Eurasia Group | Pandemic will prompt more protectionism in key industries

Pandemic will prompt more protectionism in key industries

22 May 2020
Employees at Beijing Applied Biological Technologies Co's R&D laboratory following the coronavirus outbreak. REUTERS. Employees at Beijing Applied Biological Technologies Co's R&D laboratory following the coronavirus outbreak. REUTERS.
Even before the pandemic, the once powerful forces of globalization were encountering stiffening resistance from rising nationalism around the world. Now the unprecedented health and economic challenges posed by Covid-19 are reinforcing the desire to protect local companies and resources. As Eurasia Group experts David Livingston, Caitlin Dean, and Peter Ceretti explain, key sectors of the economy including agriculture, healthcare, and technology could be reshaped in ways that have long-lasting effects on politics, business, and daily life.


The direct casualties of Covid-19 could soon be vastly outnumbered by the secondary casualties. The UN World Food Programme has warned that a looming “hunger pandemic” could affect more than a quarter of a billion people, including those inhabiting war zones and millions of out-of-work daily wage-earners. Meanwhile, labor shortages in the agricultural supply chain are creating obstacles to planting, harvesting, and processing food. Though most countries classify these as essential activities and are allowing work to continue, many workers have fallen sick, died, or refused to show up. In addition, the sector often relies on migrant populations that are unable to cross state or national borders during lockdowns. Food distribution problems are arising from restrictions on transportation.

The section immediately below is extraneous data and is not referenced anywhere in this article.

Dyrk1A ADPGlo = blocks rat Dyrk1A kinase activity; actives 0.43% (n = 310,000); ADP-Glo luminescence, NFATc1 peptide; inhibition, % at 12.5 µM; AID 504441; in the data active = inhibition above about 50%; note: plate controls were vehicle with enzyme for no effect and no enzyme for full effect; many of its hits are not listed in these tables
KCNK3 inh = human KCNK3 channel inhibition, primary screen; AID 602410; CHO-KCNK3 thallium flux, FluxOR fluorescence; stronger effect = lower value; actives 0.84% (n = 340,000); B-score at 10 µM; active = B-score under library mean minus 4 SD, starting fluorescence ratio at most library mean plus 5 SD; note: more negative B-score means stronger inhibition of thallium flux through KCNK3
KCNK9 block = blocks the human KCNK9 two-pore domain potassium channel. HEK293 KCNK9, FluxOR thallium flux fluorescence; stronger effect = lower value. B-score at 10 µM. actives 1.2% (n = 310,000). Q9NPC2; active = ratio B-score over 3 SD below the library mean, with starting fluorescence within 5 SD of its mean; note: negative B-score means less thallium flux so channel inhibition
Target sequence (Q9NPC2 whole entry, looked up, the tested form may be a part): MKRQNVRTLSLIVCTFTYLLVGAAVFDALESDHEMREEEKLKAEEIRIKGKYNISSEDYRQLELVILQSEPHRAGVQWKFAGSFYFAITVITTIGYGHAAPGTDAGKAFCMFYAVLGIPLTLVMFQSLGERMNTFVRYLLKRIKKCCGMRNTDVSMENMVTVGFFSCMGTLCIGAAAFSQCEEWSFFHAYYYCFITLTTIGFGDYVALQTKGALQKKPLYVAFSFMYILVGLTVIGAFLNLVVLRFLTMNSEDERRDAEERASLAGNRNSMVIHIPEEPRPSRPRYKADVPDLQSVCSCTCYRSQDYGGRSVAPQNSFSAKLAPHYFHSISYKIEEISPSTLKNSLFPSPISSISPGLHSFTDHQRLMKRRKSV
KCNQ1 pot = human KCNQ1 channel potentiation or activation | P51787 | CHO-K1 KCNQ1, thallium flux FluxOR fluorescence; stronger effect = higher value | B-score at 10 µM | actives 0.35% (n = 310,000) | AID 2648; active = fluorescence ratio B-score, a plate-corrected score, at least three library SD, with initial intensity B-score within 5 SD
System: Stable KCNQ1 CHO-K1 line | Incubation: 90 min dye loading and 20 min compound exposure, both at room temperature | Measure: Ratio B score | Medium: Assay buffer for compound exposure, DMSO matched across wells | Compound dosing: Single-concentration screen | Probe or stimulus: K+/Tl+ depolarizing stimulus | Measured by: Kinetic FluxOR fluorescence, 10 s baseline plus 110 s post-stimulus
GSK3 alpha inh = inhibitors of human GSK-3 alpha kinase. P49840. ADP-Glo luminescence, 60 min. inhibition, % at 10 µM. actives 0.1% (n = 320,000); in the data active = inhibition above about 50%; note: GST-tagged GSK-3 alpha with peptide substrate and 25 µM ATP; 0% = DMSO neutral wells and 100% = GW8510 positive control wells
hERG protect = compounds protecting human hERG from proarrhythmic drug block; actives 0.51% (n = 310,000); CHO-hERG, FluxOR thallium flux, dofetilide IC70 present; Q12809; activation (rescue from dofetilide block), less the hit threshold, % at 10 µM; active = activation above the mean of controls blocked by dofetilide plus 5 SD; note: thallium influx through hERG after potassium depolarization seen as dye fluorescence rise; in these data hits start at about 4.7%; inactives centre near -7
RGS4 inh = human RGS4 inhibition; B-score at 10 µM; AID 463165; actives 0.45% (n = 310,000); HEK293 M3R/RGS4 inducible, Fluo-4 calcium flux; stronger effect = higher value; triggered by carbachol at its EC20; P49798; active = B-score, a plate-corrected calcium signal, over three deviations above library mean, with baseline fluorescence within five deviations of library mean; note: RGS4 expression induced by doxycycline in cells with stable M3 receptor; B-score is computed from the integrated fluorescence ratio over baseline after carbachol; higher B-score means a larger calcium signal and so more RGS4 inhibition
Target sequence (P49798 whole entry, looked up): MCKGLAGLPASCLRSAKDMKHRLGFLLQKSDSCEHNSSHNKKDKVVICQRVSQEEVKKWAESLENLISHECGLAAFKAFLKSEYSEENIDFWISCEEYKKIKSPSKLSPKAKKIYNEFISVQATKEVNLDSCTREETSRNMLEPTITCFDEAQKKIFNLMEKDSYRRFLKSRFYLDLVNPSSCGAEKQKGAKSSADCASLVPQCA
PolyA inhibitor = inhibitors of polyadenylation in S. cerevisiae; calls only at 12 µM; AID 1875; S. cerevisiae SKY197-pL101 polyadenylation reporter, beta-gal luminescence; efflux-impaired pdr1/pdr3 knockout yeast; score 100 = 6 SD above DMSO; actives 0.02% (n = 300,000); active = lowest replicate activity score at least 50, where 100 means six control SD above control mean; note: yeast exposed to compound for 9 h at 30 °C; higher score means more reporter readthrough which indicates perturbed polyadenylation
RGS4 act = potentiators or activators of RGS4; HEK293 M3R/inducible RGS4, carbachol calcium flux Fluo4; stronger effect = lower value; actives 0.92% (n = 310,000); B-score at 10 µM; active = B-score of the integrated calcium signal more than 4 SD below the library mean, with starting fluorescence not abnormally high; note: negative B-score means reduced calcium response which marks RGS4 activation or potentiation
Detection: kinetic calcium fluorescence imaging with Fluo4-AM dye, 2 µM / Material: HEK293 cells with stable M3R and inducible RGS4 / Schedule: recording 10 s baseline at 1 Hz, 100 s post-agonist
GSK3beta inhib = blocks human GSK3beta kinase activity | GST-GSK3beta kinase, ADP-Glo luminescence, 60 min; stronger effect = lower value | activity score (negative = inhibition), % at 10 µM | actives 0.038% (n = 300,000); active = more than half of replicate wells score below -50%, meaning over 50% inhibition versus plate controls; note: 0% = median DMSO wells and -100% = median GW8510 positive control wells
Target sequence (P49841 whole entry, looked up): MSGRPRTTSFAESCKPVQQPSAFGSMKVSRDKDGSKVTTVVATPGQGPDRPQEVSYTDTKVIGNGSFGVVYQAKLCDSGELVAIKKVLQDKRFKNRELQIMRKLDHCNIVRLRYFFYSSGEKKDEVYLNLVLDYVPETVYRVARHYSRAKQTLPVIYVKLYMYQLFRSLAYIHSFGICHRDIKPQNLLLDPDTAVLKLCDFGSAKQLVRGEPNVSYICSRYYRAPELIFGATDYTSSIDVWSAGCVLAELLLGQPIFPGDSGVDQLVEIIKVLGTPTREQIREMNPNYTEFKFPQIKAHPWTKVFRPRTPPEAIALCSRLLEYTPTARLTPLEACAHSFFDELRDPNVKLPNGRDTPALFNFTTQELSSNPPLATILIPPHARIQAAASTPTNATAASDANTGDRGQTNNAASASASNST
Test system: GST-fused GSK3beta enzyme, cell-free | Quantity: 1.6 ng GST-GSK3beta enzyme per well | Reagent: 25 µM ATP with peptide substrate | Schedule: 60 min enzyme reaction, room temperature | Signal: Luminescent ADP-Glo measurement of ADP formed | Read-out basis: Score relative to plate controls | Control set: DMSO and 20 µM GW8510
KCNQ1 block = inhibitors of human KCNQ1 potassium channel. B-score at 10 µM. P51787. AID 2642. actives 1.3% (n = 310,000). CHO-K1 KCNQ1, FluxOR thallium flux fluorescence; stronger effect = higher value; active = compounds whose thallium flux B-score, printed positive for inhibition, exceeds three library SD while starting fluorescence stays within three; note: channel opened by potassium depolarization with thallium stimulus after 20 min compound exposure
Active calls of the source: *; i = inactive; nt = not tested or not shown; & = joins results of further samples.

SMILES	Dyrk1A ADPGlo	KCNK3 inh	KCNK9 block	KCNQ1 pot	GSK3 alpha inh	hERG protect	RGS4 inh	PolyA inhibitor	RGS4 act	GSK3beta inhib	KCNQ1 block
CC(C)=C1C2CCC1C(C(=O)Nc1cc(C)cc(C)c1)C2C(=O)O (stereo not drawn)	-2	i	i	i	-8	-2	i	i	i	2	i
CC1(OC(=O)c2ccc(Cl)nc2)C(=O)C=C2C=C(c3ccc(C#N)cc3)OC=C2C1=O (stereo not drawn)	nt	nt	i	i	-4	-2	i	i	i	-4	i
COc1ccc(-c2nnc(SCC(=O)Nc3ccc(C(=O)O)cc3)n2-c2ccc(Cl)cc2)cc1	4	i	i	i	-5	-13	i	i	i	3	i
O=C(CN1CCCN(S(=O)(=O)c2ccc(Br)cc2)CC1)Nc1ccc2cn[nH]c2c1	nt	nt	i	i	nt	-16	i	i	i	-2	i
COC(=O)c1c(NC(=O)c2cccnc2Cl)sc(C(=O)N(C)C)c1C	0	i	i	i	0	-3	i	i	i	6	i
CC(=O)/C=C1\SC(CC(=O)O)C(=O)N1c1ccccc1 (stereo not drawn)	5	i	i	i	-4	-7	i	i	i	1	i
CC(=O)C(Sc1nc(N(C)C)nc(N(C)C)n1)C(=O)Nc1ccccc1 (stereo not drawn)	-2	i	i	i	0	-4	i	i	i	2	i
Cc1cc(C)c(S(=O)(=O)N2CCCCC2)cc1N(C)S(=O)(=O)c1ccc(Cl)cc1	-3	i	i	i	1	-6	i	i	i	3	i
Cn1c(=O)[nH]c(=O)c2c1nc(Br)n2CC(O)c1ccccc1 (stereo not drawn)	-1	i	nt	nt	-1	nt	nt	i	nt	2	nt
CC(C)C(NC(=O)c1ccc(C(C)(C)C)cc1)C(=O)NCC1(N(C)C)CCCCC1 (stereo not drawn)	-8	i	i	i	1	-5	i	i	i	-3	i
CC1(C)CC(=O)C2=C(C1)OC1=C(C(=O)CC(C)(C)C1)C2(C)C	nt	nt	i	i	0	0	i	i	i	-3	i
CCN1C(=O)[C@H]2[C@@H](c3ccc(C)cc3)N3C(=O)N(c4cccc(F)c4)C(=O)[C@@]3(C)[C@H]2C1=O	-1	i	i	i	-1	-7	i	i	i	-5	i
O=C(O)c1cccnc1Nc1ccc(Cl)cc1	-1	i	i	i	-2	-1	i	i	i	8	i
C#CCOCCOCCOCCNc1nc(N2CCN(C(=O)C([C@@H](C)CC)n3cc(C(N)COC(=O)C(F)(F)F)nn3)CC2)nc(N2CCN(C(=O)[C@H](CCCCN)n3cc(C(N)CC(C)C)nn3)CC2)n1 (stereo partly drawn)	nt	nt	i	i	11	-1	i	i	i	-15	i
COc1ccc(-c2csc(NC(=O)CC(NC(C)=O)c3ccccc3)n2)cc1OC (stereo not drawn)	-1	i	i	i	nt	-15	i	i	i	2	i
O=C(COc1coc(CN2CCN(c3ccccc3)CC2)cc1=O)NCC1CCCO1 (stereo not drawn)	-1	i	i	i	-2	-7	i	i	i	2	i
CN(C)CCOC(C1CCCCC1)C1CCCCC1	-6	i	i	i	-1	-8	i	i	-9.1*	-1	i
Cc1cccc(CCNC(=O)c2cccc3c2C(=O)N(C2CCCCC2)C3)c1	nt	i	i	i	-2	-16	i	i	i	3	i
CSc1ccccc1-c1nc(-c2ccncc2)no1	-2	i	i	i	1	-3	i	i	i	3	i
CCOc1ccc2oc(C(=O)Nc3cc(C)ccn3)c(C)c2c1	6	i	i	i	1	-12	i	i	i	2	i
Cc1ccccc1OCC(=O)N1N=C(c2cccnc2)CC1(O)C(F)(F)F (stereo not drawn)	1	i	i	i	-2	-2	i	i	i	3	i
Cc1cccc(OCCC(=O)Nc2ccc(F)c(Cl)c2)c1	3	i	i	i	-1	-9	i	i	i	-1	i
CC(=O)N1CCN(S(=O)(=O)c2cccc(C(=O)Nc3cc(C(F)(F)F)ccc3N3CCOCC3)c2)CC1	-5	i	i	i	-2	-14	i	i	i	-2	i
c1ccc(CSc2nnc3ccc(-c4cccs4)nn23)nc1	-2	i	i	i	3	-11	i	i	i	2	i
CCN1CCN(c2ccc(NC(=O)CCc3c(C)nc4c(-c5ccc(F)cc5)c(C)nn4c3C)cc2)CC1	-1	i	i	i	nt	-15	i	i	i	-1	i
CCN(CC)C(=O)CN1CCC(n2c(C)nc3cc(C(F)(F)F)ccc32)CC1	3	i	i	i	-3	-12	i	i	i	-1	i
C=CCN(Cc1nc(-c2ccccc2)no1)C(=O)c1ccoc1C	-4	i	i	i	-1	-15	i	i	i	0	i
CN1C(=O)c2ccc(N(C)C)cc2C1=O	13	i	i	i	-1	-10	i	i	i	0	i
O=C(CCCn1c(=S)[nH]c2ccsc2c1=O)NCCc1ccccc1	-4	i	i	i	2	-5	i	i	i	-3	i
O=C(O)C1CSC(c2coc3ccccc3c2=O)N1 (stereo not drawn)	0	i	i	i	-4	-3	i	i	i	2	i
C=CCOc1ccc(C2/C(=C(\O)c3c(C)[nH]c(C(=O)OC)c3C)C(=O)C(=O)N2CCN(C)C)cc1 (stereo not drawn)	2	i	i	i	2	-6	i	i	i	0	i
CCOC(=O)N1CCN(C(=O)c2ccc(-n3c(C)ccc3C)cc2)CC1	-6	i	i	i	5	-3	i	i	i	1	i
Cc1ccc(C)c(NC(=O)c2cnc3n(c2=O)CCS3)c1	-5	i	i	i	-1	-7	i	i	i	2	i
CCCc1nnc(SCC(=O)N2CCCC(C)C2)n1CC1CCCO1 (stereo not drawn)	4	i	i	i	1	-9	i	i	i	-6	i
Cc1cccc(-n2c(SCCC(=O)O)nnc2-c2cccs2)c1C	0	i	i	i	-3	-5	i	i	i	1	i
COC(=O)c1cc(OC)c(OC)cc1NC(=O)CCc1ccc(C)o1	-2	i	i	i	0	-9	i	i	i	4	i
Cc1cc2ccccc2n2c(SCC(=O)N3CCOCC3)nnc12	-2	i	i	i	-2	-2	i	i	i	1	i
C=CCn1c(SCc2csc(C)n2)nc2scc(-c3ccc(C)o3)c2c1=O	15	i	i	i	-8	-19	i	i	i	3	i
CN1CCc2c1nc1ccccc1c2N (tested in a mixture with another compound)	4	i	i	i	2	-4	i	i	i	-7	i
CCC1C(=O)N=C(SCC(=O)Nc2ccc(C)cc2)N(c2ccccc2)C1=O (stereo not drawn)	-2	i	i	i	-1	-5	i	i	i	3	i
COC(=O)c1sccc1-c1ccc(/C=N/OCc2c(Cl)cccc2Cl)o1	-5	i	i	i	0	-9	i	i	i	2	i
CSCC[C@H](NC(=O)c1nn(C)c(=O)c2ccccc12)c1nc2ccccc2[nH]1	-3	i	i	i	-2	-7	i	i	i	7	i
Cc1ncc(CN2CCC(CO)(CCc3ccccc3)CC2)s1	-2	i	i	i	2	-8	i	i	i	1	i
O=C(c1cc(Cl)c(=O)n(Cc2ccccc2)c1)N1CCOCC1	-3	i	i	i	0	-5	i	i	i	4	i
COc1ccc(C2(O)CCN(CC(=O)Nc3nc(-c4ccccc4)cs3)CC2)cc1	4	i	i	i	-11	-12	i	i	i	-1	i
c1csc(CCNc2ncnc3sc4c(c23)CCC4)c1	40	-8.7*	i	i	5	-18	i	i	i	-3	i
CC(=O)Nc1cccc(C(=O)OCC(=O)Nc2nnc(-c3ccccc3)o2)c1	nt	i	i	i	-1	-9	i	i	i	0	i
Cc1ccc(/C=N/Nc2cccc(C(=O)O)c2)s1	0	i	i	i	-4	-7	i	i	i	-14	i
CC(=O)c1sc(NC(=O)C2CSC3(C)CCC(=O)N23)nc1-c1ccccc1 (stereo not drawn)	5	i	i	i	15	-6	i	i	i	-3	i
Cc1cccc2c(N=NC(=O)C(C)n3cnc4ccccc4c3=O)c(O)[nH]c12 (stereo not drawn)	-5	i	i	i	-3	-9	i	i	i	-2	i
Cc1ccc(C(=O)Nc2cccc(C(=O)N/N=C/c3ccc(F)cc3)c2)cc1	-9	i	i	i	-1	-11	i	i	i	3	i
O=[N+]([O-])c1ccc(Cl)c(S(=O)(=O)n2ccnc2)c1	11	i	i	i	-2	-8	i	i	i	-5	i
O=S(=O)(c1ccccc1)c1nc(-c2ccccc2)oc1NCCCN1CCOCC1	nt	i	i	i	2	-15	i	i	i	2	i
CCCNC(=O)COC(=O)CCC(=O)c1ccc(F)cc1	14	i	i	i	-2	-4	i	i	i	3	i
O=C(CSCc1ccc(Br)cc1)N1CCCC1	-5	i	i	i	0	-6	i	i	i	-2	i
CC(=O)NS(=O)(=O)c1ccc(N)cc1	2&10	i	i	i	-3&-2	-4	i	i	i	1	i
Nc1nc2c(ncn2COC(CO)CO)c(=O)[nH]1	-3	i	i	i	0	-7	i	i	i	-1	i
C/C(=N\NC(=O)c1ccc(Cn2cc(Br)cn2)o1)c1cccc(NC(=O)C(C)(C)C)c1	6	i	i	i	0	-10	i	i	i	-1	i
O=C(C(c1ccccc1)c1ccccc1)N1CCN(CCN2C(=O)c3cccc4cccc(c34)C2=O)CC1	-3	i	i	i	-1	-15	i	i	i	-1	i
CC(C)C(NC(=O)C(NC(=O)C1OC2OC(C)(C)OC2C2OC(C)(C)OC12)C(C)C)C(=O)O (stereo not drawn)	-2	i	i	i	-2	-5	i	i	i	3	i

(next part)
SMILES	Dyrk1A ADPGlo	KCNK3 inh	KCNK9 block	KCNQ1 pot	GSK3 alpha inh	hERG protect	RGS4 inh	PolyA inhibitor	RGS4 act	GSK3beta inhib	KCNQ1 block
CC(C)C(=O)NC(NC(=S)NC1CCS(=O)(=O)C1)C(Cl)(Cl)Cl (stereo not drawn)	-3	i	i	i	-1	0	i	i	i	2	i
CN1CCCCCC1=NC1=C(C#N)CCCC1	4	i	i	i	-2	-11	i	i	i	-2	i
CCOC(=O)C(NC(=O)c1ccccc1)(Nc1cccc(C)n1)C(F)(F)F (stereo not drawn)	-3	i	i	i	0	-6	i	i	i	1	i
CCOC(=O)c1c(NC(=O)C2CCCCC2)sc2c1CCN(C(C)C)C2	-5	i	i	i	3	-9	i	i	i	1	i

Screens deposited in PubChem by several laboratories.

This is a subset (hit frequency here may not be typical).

The prospect of widespread social and political instability—countries in South America, Africa, and Asia have already suffered hunger-driven protests and looting—will provide incentives for governments to intervene. They will enact export restrictions and stockpile key staples (as China has started doing) or tap into reserves to stabilize prices, as Russia has done with wheat. Saudi Arabia, a major net calorie importer, has acquired farmland assets abroad. US President Donald Trump has signed an executive order requiring meat processing plants to remain open after they had cut capacity by as much as 80% because of Covid-19 outbreaks. Countries are trying to ramp up domestic food production—city-state Singapore, for example, is expanding urban vegetable farming. Longer term, the negotiation dynamics in trade deals could shift, with countries seeking to protect local food production. In Europe, for example, policymakers may be less willing than ever before to cede ground on oft-contested denominations of origin, seeing them as a way to protect domestic agriculture.


The pandemic has led to a surge in demand for personal protective equipment (PPE), sending prices sharply higher as healthcare authorities around the world scramble to procure sufficient quantities of gloves, masks, gowns, and respirators. The centrality of China in the global supply of PPE, as well as the dominant position of China and India in the production of medicines and active ingredients, have come starkly into relief. These two countries will continue to prioritize domestic needs over international sales. Chinese merchandise export figures from January/February-March suggest that significant quantities of PPE that might otherwise have been shipped abroad were instead used domestically.